Wrapped up against the bitter cold, former Spurs legend Garth Crooks sits alongside half of the most iconic strike partnership in Crystal Palace history, Mark Bright, enjoying the view at Stamford Bridge.
How the Eagles could do with a young Brighty these days! The Wright and Bright partnership at Selhurst Park scored 230 goals between them, while Crooks scored 48 times for Tottenham in the early 80s.
Crooks and Bright shivered in the east stand as they watched Chelsea beat Swansea 1-0 on a chilly Wednesday night.
It was an odd game; the Blues had the lion’s share of possession and territory, but without an instinctive, free-spirited finisher such as, say, Mo Salah, chances kept going a-beggin.
Toni Rudiger headed the vital goal in the 55th minute, but the game will be remembered for Tony Conte’s sending off from the dugout, two minutes before halftime.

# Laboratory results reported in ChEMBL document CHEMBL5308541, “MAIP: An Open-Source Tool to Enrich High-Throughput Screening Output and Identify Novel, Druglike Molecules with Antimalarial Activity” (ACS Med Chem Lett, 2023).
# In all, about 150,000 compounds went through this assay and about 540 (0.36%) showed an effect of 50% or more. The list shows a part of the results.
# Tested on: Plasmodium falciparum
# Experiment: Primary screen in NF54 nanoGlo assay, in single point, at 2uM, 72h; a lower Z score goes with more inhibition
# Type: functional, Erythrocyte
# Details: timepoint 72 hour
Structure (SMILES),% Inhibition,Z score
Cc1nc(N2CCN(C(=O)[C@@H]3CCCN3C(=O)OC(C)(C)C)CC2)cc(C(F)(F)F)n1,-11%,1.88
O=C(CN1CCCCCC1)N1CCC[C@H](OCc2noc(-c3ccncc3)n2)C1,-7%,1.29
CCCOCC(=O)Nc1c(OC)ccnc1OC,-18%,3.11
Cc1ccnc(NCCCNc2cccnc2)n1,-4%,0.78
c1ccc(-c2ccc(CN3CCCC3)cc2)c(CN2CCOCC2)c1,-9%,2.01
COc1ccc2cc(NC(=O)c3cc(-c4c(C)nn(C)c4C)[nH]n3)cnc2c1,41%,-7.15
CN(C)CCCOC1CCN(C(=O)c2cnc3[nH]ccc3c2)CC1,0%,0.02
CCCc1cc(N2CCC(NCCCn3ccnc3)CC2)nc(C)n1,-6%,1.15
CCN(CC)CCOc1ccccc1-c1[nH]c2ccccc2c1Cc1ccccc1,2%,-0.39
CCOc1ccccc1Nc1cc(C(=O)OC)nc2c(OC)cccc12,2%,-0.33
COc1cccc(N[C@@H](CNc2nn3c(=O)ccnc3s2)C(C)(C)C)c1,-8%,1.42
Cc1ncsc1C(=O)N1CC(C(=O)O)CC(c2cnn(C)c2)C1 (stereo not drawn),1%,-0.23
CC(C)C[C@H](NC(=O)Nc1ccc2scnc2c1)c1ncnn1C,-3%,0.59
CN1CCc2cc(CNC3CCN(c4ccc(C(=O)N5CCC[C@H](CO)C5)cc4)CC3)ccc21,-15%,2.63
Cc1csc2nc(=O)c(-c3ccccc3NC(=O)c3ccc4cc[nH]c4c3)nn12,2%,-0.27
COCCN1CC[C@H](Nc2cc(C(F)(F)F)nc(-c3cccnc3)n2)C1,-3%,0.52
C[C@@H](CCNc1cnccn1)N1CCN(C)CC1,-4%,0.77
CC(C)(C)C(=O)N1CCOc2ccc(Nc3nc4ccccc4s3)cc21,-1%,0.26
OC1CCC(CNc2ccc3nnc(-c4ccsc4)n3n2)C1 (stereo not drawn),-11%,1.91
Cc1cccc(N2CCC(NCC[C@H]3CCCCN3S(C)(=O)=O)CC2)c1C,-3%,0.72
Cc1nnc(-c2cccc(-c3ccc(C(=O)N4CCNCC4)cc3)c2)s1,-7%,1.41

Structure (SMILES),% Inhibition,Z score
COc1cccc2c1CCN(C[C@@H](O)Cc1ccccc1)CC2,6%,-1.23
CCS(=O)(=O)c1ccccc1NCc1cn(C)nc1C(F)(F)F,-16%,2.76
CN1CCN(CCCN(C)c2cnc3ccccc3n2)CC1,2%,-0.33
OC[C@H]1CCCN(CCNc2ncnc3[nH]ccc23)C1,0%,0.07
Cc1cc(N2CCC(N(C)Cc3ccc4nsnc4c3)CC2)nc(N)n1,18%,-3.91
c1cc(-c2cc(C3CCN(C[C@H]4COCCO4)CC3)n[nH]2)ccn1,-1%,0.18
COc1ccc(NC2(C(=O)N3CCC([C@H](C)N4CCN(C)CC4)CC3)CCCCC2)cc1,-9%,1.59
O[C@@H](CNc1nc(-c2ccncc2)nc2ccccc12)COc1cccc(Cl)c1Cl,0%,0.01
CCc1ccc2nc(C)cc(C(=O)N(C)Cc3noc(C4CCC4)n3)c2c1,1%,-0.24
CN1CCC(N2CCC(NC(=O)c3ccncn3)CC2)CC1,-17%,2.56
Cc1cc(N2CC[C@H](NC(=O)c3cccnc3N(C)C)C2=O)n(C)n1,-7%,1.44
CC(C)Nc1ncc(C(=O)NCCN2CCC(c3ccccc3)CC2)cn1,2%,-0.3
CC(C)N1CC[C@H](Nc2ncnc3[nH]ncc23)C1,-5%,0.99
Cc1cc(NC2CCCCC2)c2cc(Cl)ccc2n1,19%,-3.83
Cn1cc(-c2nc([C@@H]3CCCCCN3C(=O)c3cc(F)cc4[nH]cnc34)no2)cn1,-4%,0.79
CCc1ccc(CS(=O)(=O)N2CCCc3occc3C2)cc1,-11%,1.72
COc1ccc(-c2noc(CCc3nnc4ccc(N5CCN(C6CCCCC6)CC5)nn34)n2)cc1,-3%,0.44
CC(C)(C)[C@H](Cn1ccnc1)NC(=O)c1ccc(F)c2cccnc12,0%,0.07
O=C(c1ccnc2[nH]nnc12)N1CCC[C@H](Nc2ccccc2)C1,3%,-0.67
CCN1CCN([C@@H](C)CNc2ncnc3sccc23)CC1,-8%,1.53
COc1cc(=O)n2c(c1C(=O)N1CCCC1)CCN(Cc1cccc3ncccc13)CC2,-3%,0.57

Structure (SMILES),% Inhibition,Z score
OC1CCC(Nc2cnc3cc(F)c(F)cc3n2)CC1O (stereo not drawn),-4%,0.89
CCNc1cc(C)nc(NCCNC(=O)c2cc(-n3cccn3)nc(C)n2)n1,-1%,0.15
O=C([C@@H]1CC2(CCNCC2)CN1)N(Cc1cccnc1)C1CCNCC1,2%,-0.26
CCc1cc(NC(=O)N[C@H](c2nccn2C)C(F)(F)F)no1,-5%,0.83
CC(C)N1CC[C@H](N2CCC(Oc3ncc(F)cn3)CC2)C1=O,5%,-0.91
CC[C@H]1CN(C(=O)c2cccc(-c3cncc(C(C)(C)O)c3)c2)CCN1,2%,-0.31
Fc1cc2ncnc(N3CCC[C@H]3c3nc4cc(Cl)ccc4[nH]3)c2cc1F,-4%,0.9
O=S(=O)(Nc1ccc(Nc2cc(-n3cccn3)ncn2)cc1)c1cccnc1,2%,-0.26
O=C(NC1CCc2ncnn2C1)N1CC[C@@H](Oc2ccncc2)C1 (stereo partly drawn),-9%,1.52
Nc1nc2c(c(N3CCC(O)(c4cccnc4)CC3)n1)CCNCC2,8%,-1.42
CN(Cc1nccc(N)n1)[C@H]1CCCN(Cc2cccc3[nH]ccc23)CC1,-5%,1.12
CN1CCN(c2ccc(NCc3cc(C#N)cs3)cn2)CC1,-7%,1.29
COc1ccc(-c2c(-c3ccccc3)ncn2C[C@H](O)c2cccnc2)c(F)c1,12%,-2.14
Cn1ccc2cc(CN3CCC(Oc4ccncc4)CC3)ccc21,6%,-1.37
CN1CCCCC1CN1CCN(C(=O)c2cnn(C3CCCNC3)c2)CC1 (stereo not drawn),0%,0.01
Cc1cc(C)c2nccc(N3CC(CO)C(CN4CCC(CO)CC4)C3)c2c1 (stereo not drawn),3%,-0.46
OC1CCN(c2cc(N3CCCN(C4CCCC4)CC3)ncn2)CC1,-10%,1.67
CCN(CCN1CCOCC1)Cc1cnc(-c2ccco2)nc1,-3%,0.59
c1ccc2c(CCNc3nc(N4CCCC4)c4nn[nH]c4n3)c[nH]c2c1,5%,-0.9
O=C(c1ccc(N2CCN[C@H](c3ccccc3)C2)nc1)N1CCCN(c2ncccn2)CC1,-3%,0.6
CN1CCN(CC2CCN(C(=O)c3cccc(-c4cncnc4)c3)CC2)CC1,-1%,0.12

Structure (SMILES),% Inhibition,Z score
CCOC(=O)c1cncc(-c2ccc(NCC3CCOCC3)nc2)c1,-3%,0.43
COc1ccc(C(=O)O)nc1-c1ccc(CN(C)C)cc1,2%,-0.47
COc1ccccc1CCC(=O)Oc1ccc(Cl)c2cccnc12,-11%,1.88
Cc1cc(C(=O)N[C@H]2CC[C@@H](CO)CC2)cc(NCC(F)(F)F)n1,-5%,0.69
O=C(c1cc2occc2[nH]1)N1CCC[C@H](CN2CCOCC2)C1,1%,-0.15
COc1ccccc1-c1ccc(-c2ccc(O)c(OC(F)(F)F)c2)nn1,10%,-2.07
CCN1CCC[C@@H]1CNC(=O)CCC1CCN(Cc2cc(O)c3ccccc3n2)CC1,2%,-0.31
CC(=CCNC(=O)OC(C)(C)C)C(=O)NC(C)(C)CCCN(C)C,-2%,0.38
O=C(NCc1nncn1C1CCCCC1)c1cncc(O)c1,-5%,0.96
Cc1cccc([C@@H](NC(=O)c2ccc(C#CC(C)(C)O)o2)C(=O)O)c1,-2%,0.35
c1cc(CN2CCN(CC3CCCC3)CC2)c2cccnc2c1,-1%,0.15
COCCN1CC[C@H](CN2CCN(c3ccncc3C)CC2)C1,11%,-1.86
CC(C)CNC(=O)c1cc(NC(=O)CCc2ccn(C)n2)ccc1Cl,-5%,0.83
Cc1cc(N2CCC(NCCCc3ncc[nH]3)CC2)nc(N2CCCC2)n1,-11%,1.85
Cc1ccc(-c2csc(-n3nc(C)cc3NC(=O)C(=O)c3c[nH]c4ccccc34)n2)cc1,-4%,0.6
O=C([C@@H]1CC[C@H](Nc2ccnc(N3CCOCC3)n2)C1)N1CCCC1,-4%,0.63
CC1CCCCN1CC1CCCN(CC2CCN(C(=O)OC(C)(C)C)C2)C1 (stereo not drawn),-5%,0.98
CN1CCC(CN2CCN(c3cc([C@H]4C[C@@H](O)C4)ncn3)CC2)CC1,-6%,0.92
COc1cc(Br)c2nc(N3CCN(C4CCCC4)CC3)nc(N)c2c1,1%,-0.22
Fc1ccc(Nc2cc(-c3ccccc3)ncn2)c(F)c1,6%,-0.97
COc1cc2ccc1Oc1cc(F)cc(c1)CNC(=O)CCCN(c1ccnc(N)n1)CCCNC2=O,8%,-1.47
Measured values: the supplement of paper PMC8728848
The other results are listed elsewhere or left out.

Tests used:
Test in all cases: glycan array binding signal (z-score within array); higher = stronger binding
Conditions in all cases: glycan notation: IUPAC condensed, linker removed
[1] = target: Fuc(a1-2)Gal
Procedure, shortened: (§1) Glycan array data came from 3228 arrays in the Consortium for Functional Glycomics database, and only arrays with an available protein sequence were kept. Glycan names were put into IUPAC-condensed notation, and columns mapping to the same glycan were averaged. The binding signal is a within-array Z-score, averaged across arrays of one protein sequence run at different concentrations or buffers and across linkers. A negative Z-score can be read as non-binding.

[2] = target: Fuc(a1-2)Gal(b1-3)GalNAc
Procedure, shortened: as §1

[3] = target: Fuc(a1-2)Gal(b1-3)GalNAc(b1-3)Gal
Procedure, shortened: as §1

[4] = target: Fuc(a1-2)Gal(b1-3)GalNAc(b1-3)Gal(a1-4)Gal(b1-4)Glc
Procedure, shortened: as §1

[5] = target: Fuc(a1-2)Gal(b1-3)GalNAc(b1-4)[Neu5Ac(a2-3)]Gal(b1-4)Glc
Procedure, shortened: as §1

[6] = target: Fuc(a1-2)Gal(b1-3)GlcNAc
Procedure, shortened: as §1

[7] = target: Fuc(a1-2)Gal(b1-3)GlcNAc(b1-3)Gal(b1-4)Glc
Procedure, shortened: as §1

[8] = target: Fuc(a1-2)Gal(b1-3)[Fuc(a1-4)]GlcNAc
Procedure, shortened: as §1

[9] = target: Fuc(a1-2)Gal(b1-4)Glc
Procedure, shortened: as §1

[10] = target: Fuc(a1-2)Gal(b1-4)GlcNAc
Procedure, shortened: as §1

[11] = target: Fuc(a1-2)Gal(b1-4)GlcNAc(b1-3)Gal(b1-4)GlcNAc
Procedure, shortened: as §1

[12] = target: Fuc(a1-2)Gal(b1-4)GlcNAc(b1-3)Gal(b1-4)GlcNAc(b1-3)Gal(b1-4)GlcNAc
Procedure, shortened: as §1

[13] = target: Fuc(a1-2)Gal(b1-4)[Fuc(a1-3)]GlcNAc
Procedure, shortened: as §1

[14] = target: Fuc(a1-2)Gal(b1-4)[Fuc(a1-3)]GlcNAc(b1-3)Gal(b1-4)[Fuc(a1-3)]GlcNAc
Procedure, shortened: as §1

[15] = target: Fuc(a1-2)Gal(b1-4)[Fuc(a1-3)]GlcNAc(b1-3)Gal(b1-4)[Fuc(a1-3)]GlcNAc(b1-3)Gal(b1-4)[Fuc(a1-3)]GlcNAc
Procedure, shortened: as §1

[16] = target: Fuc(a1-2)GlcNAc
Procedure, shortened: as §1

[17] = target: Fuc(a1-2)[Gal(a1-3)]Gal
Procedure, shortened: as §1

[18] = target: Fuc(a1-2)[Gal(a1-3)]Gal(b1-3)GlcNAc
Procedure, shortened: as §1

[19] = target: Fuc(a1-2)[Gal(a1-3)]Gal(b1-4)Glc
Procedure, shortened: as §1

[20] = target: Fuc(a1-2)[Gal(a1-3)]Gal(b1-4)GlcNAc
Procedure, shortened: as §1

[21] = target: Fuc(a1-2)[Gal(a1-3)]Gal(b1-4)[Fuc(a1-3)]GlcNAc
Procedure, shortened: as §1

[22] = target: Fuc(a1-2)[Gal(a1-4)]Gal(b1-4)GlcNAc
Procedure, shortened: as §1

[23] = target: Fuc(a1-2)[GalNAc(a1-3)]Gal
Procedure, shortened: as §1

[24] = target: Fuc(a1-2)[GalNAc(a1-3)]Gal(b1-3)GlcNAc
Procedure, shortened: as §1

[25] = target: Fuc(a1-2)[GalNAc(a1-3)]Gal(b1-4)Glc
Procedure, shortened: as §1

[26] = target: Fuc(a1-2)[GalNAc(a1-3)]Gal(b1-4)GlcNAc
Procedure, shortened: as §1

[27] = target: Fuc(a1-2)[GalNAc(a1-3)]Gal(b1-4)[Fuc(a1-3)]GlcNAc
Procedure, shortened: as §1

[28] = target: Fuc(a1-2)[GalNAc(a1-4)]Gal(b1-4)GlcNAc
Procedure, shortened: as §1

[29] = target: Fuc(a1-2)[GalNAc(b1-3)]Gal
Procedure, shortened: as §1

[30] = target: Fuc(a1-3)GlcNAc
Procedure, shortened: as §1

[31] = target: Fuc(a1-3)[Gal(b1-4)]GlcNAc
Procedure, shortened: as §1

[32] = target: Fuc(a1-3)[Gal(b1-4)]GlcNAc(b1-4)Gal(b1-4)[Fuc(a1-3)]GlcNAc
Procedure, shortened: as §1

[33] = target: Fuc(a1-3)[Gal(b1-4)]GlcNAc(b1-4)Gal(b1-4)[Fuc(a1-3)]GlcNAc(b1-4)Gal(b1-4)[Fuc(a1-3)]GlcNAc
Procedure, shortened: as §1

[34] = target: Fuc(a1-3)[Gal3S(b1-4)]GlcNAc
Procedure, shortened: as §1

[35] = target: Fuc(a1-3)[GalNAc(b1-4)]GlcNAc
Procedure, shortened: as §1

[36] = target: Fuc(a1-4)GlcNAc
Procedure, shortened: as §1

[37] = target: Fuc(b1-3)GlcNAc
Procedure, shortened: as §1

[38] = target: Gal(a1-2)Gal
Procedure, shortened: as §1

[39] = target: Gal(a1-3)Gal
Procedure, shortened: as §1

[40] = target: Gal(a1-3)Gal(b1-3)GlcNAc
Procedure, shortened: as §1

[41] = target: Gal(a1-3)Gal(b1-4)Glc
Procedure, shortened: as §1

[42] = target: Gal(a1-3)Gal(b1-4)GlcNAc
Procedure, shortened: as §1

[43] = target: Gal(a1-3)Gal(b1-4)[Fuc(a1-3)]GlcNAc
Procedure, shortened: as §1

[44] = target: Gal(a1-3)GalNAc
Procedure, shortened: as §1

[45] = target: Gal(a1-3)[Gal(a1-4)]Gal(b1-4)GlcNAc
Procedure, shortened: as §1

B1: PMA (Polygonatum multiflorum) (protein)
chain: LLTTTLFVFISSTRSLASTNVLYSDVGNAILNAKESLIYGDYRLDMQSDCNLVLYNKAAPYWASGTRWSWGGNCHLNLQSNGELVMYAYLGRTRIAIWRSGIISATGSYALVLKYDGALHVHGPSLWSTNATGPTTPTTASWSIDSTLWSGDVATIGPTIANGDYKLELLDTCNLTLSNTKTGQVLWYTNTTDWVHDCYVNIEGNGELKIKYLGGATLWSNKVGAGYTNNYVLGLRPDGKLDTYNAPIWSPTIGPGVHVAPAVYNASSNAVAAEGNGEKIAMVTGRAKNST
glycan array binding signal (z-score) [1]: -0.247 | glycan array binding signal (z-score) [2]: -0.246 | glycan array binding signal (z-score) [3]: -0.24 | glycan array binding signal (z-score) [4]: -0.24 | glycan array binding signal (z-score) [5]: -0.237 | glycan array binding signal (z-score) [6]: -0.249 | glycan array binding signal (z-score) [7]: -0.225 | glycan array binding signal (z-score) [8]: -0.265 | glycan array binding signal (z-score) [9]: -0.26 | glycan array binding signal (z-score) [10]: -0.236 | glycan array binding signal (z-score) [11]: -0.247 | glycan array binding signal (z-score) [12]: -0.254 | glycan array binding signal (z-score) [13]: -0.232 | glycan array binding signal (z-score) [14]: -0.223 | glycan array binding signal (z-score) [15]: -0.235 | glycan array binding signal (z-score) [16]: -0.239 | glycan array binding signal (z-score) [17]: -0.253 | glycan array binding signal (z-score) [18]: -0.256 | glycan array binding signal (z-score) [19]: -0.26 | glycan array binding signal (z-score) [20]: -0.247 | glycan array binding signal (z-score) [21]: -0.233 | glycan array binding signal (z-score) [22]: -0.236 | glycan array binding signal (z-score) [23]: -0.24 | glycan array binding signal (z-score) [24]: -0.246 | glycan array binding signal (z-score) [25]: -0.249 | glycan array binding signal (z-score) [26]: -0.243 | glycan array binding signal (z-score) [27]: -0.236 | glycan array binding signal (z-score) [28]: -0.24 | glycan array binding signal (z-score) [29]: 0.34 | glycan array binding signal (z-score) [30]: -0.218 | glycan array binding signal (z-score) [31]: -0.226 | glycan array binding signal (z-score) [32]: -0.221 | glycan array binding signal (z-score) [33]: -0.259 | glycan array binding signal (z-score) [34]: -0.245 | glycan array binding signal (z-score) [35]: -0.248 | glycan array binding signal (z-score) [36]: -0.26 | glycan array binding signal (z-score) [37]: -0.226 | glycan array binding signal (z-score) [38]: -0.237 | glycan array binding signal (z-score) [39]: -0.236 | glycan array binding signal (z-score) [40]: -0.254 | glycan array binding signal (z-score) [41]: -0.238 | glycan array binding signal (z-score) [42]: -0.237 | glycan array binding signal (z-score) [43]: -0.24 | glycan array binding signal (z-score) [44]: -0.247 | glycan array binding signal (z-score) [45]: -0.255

Incensed after a goalkick was awarded to Swansea, when it was clearly a corner to the Blues, he went right up to fourth official Lee Mason and began bellowing in his face at maximum volume. Mason summoned ref Neil Swarbrick, and Conte (with a final holler at his nemesis) departed.
Conte watched the second half on a TV monitor, with a hilarious postal system being used to ferry messages to players during the final 45 minutes.
When Davide Zappacosta was subbed in the 75th minute, replaced by a back-from-injury Victor Moses, the Nigerian midfielder sprinted straight to Cesc Fabregas with a scrumpled note. Fabregas read it and tore it up.
Then Moses dashed on to Andreas Christensen to deliver a second note, which the defender dutifully scanned then screwed up. With football taking second place to letter-delivering it is, perhaps, little wonder the 41,365 crowd (including Crooksy and Brighty) only saw one goal.
Chelsea play two more home games in rapid succession, against Newcastle and Atletico.
Meanwhile Chelsea Ladies have three home games in the space of a week. Tickets via http://www.chelseafc.com/teams/chelsea-ladies/ticket-information.html
It’s the time of year to spare a thought for the harrassed programme writers and editors, who often have to generate three editions in the space of a single fraught week of late nights.